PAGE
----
Vendors adding to wireless location-tracking products

Ekahau, PanGo and Trapeze air wireless wares

A trio of vendors are adding or extending their wireless products for location services and tracking.

Ekahau dubs its newest radio tracking device a “people tag,” because it's essentially a radio-equipped ID badge, due out late this year. The T301-B tag is about the size of ¼-inch-thick credit card. Its built-in 802.11b radio, based on silicon from G2 Microsystems, lets Ekahau’s software pinpoint the badge-wearers location, or lets the badge-wearer press one or two buttons, all sealed under plastic, to send an alert or a confirmation.

2-line, illuminated screen

One model has a 2-line, illuminated screen, 30 characters to a line, which can be used to display short text messages. The screen uses what’s called organic light-emitting diode technology: The light-emitting layer uses organic compounds in a polymer that can be printed onto a surface. The result is a display that’s easily visible in bright sunlight and is self-illuminating, which means it doesn’t soak up battery power with a backlight function.

The tag has a small loop at one end, for attaching a strap so it can be hung around the neck. If someone tries to steal the badge by grabbing it, the strap tugs on the loop, which opens slightly, triggering a radio-transmitted alarm.

The badge is resistant to water and other fluids but not completely sealed: It has a charging port at one end, so its battery can be recharged. For medical uses, it can be wiped safely with a paper towel dipped in bleach or an antibacterial solution. Ekahau offers rechargers that can restore a fully depleted battery in two to three hours.

The tag communicates with the Ekahau Positioning Engine software. The vendor provides a simple text-message application or customers can create their own via XML and the Engine’s API.

The new tag is scheduled to be released later this year. Pricing is not set but the company says it will be more expensive than its existing Wi-Fi asset tag, which has a starting price of $50.

3M announced last month that it was selecting the Ekahau location system, including server and application software and radio tags, as the basis of its own Track and Trace Solutions product line. The 3M group offers wireless tracking based on an array of wireless technologies, and industry-specific applications.

PanGo's latest

PanGo’s new V3 tag is also Wi-Fi based. It uses an 11b/g chipset from G2 Microsystems, but it can transmit in either of two modes. In one, it’s a full 11b/g client associating fully with an access point. In the second, it lightly touches the access point, transmitting only its MAC address and battery status for identification and location purposes.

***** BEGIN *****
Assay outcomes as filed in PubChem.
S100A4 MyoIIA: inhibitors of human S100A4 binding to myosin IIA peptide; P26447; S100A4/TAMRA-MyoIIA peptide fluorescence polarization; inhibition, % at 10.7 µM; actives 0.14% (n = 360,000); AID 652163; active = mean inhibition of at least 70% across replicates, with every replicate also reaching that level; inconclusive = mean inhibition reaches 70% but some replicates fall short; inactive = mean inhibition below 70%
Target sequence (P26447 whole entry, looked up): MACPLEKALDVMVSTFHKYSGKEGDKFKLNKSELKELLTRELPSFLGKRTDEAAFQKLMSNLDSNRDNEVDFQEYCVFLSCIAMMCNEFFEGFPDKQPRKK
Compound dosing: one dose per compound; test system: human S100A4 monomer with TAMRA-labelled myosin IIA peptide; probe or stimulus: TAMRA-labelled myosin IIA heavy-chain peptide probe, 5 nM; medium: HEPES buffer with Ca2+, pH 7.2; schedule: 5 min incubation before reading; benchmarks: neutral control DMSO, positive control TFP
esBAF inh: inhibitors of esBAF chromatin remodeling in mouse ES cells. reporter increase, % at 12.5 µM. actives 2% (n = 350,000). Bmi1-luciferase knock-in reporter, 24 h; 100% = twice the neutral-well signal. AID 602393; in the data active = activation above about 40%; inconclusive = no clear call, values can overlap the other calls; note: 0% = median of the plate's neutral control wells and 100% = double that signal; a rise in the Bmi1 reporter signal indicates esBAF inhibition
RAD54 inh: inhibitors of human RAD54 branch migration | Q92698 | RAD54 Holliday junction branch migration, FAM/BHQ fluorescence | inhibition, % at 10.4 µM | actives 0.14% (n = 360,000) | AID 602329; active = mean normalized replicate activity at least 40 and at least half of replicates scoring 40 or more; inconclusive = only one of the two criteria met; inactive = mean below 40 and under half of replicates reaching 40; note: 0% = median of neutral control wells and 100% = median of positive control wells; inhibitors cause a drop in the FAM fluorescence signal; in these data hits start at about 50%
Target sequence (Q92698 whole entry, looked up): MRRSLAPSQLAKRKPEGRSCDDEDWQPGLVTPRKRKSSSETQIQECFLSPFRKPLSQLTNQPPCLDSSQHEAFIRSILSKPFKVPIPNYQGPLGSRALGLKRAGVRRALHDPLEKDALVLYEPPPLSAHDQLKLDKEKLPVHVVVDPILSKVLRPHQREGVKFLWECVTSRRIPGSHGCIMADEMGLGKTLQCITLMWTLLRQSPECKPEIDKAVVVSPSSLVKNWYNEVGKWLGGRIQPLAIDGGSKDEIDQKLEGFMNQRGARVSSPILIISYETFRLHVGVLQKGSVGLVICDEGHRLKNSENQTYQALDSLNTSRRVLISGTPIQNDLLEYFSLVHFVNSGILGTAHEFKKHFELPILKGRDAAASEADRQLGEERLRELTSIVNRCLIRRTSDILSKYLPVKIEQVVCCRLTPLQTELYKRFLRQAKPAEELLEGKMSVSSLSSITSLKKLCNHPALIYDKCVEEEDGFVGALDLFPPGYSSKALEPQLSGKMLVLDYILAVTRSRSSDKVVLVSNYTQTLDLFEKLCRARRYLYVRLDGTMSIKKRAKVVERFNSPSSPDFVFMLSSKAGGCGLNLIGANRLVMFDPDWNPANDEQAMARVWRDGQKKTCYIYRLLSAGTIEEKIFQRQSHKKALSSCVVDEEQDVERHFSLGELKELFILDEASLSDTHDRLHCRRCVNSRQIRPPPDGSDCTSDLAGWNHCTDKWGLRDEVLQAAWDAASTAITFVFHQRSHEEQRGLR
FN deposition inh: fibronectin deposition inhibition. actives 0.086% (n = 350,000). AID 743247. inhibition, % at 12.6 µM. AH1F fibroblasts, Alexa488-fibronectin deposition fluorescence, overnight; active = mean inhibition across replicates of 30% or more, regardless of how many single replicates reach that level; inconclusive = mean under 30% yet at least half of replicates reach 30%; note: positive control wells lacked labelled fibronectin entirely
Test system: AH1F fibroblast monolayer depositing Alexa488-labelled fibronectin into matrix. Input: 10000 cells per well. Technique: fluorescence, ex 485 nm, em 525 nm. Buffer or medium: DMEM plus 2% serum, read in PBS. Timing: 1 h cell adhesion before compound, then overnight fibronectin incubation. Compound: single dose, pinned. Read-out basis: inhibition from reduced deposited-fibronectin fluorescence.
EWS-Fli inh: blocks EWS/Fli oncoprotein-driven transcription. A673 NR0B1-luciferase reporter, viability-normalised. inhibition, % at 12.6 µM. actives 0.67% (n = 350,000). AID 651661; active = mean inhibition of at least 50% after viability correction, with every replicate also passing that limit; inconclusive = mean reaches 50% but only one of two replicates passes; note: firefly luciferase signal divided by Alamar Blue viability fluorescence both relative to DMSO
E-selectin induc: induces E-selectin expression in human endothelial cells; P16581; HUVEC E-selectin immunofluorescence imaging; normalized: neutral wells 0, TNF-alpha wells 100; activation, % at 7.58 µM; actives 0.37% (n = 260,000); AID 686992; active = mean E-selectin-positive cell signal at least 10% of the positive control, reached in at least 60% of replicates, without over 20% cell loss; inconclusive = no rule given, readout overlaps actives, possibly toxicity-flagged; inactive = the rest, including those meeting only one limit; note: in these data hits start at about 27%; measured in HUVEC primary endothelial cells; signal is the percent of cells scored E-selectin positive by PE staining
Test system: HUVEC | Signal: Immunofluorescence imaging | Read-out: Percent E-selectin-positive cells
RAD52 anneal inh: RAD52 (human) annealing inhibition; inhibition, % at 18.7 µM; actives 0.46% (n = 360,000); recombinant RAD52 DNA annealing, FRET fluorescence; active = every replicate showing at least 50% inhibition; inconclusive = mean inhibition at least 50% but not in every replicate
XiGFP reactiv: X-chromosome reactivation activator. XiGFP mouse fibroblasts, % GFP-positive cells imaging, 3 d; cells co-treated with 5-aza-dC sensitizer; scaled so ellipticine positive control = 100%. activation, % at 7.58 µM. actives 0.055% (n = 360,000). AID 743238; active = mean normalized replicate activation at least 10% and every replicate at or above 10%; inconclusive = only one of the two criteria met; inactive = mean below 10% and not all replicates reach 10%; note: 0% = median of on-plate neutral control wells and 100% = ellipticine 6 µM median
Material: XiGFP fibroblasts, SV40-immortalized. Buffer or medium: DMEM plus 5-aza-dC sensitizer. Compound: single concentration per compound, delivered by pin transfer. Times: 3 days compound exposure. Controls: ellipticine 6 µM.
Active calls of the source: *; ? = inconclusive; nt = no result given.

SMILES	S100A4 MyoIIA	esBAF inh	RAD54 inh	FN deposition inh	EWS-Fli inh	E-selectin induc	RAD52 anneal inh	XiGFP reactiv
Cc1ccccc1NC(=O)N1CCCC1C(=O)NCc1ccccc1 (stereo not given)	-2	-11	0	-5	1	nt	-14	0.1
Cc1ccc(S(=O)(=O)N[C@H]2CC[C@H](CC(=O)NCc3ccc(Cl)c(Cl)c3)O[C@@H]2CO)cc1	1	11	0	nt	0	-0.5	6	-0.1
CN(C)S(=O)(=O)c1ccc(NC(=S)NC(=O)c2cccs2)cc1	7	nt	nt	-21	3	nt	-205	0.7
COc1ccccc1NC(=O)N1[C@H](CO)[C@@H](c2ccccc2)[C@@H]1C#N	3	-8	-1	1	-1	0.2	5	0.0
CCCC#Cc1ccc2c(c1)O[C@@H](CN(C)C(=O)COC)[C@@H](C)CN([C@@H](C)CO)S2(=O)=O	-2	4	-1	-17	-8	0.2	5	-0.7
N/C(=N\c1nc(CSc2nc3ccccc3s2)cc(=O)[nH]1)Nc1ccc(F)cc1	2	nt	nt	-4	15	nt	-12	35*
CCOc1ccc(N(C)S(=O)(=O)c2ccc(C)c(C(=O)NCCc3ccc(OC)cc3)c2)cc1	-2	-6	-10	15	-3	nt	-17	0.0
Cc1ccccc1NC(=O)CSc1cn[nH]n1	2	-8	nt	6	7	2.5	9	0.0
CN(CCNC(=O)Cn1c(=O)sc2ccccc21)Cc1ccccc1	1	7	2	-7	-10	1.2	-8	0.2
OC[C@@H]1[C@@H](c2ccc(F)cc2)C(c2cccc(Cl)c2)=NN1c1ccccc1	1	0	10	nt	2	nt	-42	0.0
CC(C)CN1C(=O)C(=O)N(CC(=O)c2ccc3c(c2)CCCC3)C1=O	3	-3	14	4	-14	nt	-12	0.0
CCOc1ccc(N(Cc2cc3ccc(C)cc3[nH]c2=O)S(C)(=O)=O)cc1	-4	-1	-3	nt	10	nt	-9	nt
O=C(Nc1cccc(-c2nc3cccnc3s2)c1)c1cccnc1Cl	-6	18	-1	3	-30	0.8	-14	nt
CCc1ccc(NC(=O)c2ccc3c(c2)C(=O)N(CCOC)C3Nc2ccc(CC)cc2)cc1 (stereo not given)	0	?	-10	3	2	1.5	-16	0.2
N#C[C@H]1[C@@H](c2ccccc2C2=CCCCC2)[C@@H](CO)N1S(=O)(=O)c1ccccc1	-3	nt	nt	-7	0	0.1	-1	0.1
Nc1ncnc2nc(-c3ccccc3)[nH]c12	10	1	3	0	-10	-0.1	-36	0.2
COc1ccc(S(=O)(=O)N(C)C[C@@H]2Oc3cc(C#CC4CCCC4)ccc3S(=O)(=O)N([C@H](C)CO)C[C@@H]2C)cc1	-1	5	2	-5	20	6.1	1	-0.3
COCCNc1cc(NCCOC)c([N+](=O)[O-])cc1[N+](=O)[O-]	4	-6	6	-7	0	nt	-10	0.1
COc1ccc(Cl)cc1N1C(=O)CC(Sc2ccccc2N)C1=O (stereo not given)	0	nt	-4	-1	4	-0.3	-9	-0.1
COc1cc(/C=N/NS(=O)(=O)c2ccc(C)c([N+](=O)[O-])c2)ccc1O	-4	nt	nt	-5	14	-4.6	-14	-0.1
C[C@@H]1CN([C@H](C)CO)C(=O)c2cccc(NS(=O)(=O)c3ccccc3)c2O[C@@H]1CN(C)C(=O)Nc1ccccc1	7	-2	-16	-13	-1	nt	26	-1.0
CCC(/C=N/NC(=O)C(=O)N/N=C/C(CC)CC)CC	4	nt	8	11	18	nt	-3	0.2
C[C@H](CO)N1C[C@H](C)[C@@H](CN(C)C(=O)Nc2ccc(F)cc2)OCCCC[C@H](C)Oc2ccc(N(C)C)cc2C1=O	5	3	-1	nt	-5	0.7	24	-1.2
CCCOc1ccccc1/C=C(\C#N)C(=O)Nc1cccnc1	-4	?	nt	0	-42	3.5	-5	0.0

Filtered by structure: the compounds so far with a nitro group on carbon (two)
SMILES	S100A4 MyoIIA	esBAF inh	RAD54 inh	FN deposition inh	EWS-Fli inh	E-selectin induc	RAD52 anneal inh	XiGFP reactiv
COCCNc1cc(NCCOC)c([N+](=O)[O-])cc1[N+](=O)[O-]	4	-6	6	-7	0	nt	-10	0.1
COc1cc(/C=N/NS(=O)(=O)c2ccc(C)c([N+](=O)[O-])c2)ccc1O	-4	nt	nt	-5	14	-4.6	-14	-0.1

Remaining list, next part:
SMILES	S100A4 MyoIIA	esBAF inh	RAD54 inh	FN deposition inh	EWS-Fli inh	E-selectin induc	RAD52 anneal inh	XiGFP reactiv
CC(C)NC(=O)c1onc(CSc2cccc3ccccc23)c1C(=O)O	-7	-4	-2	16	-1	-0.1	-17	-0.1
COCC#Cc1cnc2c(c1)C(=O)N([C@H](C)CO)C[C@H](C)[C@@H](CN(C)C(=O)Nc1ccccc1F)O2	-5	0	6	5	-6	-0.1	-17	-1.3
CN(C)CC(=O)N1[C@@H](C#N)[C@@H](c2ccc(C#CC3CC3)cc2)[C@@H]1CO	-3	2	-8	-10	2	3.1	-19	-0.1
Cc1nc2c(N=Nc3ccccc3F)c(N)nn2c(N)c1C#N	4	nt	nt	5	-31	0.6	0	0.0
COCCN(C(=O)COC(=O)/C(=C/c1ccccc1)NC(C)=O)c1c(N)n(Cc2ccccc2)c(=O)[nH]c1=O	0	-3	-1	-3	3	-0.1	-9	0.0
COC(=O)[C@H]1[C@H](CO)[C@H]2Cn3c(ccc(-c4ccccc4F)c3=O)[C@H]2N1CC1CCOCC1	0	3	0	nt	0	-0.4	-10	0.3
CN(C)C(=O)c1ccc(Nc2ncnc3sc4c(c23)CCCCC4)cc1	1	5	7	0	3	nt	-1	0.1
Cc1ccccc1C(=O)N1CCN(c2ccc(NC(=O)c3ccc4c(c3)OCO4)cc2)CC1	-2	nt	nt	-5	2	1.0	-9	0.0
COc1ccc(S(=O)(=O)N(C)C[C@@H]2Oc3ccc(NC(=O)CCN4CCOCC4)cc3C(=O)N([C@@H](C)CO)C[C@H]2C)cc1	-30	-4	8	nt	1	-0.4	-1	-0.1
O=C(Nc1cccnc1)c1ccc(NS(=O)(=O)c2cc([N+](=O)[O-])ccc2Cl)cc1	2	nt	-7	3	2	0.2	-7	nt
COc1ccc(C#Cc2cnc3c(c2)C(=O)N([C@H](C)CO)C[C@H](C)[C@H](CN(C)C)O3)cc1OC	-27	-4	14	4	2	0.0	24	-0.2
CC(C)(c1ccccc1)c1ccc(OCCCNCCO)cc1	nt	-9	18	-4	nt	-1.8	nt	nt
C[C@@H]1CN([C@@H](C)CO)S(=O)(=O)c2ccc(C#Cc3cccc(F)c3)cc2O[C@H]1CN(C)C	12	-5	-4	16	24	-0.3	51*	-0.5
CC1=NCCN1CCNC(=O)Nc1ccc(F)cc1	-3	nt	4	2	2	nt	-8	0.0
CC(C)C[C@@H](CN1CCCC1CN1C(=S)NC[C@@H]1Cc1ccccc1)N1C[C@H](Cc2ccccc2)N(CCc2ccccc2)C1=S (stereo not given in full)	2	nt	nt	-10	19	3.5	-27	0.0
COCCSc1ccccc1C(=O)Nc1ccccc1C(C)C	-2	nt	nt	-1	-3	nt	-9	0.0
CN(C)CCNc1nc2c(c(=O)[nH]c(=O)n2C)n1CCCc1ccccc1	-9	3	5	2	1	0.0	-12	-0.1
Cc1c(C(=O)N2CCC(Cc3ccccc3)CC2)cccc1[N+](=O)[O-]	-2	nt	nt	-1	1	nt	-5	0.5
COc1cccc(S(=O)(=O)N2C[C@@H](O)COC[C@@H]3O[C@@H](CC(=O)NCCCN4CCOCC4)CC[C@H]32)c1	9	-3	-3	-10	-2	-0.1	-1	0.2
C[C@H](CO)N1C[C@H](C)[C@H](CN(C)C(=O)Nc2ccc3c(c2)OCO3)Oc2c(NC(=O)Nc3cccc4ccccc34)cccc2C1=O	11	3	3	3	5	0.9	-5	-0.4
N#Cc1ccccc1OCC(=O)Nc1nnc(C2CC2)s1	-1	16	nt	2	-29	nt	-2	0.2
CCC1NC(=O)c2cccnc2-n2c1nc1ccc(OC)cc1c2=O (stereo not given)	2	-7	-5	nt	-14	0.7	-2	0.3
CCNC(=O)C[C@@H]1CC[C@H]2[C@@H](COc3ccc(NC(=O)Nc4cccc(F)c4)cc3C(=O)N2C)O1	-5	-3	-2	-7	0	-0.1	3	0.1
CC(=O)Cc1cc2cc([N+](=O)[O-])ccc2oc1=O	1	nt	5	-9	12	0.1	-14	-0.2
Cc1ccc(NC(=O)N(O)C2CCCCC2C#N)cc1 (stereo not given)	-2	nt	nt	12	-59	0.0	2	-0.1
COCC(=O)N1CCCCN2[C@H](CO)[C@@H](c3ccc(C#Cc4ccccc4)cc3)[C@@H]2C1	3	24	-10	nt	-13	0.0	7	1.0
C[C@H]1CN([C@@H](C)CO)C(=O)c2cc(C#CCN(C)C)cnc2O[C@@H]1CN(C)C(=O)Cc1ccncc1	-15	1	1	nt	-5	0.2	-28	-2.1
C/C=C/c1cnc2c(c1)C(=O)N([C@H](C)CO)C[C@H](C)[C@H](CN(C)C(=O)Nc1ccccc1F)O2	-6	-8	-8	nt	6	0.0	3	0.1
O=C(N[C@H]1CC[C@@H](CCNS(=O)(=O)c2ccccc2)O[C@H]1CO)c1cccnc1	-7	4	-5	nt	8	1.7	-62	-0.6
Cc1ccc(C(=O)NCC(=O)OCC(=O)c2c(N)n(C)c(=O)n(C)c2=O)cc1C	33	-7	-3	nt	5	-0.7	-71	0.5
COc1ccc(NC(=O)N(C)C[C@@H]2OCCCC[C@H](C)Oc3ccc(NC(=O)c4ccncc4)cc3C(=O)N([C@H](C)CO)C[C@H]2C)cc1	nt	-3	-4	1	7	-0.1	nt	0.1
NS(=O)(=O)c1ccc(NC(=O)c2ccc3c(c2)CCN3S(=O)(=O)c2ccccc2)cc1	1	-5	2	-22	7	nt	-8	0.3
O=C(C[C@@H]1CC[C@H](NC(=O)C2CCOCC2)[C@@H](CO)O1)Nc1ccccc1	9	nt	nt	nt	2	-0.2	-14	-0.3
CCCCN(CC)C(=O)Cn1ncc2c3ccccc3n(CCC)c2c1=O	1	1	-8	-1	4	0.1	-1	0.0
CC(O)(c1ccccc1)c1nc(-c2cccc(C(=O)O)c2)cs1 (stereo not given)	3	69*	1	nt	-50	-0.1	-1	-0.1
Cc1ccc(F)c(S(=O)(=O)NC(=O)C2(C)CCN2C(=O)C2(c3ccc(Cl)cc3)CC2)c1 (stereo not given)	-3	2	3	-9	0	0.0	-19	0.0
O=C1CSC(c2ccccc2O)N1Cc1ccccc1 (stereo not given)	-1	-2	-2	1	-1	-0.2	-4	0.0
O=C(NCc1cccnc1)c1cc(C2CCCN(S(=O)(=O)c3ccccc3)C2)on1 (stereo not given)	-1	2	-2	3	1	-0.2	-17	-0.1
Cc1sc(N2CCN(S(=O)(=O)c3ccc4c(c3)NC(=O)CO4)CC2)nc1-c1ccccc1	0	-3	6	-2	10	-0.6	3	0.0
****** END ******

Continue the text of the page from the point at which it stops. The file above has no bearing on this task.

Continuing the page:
One difference from Ekahau is that the PanGo tag incorporates the Cisco Certified Extensions Tag Protocol, designed to link such devices with Cisco’s access points and its 2700 Location Appliance.

The V3 is 2.5” x 1.7” x 0.7”, which is large enough to accept one standard AA battery, and can wring out up to five years of operation, though that varies greatly depending on the actual application and the amount of communication between tag and access point.

It’s also configured with an alert button, to send preconfigured alerts or alarms. Once attached to an object, the tag can notice when it’s detached, and then automatically send a warning. It also incorporates a motion detector: When the object moves, the tag notices and can be programmed to transmit an alert.

The PanGo V3 tag is available now.

Trapeze's location play

To capitalize on what it sees as a burgeoning enterprise market for wireless asset tracking, Trapeze Networks is offering the LA200 Location Appliance, a rack-mounted box with software that can use an existing wireless LAN to track as many as 2,000 wireless devices, including wireless laptops and handhelds, and third-party active Wi-Fi tags.

The core technology is licensed from Newbury Networks. Among other things, Newbury uses a location technique called server-side pattern matching. Several wireless LAN access points collect the Received Signal Strength Indication reading from a given wireless client and pass this to the server software, which calculates the client’s position. Newbury says this is more accurate than other techniques.

A network administrator configures and manages the LA200 with a graphical dashboard application.

Trapeze’s chief, and formidable, rival for such a product is Cisco, with its 2700 Location Application. No other major WLAN vendors offer a similar solution on their own.

The LA200 ships this month for about $15,000.

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